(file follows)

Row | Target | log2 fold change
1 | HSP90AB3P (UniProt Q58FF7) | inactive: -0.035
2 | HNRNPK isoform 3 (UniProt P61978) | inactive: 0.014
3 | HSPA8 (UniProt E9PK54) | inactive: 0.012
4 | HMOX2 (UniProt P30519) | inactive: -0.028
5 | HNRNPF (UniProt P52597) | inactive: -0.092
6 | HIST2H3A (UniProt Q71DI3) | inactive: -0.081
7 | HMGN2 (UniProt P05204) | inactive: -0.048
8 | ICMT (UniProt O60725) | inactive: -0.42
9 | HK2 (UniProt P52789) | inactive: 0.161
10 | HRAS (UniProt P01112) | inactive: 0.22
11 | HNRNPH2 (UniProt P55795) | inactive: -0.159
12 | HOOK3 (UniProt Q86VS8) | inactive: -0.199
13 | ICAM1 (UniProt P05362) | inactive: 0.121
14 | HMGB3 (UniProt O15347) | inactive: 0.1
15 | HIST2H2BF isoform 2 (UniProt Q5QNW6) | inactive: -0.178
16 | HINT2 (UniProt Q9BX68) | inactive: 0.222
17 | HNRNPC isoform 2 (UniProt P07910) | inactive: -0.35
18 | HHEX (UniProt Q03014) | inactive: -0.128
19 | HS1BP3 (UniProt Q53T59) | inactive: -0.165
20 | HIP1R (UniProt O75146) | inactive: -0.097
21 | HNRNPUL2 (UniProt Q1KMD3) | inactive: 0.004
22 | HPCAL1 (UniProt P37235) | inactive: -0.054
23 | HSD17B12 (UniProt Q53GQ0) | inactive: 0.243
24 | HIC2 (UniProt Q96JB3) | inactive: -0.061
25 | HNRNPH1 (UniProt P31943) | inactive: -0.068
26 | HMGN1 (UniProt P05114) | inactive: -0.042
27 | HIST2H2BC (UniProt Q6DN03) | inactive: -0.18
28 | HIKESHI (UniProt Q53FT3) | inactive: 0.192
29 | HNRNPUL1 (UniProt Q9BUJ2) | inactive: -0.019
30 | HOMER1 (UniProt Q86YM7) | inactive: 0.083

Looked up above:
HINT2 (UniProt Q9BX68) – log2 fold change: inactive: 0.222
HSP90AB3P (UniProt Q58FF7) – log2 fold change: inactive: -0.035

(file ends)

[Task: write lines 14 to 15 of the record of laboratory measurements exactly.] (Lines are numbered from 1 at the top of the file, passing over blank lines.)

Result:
13 | ICAM1 (UniProt P05362) | inactive: 0.121
14 | HMGB3 (UniProt O15347) | inactive: 0.1